Mmm, " said Ares, without turning his head. "This war on terror isn't producing enough casualties. Bringing in Iran is the obvious choice, but I don't think they've got enough fire power yet. I wonder if I could somehow antagonize Japan."... "There's always Russia, " said Ares, "but they've been harder to provoke since the end of the Cold War. Why are mortals so hung up on peace?" He shuffled through his papers. "Or maybe it's time to broaden out some of the African civil wars?
[Vestiges begins] from principles which are at variance with all sober inductive truth. The sober facts of geology shuffled, so as to play a rogue's game; phrenology (that sinkhole of human folly and prating coxcombry); spontaneous generation; transmutation of species; and I know not what; all to be swallowed, without tasting and trying, like so much horse-physic!! Gross credulity and rank infidelity joined in unlawful marriage, and breeding a deformed progeny of unnatural conclusions!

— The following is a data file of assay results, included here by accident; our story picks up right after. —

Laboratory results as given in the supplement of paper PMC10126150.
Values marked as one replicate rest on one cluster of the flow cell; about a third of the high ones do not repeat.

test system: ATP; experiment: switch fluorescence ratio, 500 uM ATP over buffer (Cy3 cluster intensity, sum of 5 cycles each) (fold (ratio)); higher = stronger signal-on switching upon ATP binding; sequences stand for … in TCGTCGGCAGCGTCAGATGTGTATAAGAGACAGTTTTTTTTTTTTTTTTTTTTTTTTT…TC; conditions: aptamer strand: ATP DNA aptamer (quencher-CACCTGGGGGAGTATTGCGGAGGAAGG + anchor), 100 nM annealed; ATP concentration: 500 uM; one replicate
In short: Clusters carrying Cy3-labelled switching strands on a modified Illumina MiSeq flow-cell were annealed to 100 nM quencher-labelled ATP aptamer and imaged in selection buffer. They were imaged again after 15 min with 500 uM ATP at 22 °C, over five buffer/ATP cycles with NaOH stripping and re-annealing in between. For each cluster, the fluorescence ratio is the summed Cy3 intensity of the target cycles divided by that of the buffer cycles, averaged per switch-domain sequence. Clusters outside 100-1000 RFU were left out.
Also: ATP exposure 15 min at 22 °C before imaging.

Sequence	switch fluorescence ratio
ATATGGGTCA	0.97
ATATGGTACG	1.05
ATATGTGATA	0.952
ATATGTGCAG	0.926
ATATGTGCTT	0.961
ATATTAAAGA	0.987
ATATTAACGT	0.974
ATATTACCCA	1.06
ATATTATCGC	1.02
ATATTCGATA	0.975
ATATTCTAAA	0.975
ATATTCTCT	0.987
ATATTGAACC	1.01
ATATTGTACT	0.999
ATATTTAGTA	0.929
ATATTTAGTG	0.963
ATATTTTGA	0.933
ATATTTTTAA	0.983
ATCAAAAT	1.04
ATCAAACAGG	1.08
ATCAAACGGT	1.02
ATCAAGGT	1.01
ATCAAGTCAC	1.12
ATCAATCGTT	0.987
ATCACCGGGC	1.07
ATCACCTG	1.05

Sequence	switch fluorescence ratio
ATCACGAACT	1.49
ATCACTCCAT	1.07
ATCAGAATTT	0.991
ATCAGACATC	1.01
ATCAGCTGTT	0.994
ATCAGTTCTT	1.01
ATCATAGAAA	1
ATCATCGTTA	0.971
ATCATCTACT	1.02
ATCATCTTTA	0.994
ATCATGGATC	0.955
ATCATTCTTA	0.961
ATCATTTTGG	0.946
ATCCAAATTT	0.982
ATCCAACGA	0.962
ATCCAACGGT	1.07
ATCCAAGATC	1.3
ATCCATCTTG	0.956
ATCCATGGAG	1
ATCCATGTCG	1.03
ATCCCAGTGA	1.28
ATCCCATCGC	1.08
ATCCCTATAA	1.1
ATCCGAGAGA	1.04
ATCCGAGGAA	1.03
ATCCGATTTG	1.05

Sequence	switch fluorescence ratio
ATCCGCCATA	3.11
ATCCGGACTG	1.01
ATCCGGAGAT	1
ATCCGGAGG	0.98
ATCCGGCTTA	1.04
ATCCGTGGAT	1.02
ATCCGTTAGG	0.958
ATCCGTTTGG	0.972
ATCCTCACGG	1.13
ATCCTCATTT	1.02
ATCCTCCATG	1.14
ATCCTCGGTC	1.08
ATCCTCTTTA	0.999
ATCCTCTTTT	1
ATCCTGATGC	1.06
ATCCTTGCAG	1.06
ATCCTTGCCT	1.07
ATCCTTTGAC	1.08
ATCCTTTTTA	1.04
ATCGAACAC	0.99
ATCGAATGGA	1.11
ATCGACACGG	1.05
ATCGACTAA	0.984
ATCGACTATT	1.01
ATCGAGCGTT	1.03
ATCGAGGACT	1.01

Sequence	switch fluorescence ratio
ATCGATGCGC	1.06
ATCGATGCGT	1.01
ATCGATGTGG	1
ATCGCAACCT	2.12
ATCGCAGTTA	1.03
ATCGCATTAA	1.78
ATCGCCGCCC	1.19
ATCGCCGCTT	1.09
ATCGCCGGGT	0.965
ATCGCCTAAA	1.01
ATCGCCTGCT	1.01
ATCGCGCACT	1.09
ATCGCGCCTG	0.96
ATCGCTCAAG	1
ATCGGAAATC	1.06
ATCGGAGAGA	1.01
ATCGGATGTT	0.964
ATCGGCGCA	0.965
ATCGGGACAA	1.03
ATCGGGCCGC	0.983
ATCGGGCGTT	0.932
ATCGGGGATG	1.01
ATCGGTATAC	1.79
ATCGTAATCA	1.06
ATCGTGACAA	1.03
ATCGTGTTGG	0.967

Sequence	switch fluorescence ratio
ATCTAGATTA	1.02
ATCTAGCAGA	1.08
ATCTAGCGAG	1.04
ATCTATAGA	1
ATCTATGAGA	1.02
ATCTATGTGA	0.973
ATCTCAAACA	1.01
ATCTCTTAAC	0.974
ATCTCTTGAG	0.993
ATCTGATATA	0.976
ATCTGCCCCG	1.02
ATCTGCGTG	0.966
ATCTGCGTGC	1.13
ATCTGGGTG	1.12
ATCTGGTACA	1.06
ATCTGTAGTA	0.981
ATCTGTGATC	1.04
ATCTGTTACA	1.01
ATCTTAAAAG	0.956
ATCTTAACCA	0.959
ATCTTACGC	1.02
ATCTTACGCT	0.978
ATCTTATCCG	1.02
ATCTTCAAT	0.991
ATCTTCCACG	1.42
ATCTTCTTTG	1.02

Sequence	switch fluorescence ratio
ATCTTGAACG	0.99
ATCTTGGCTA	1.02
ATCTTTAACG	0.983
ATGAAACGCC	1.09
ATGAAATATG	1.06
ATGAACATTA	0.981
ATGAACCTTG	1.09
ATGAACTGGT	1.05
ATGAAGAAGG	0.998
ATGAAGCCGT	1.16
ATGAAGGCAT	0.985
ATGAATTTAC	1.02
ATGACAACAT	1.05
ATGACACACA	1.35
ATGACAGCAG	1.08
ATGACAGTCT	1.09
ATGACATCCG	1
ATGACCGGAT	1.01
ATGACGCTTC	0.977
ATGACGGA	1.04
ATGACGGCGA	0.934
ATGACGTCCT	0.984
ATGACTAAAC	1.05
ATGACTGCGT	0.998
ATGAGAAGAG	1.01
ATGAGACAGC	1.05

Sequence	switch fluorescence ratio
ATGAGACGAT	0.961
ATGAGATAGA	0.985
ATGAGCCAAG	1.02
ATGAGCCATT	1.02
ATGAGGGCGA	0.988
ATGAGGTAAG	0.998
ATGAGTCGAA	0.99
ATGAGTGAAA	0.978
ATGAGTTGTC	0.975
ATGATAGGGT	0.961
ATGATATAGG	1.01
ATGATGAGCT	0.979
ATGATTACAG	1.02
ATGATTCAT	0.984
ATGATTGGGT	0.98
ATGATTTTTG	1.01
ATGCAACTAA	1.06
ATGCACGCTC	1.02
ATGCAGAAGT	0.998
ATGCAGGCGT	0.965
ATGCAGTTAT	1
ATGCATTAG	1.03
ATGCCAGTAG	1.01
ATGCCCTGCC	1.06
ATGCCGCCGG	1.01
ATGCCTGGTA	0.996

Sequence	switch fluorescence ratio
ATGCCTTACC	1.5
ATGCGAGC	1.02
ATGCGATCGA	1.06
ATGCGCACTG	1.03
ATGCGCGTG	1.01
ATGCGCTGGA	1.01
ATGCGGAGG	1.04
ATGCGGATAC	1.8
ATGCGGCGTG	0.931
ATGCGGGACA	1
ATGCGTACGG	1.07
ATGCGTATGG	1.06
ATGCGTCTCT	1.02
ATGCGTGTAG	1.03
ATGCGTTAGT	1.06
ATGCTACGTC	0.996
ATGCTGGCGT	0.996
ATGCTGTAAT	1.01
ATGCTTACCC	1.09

That's sweet. Nice of you.' Johnson put his hands in his pockets. Dove couldn't help but wonder if he was massaging a sore bag of testicles. Dove looked around, and Johnson shuffled his feet. It seemed neither knew what to say, but she hoped neither wanted to part ways either. Johnson's default was always medical. 'How's your infection?' Die. Die. Kill me. 'It's... cleared up... nicely.' Dove twisted her hand into her hair.
Individuals are not stable things, they are fleeting. Chromosomes too are shuffled into oblivion, like hands of cards soon after they are dealt. But the cards themselves survive the shuffling. The cards are the genes. The genes are not destroyed by crossing-over, they merely change partners and march on. Of course they march on. That is their business. They are the replicators and we are their survival machines. When we have served our purpose we are cast aside. But genes are denizens of geological time: genes are forever.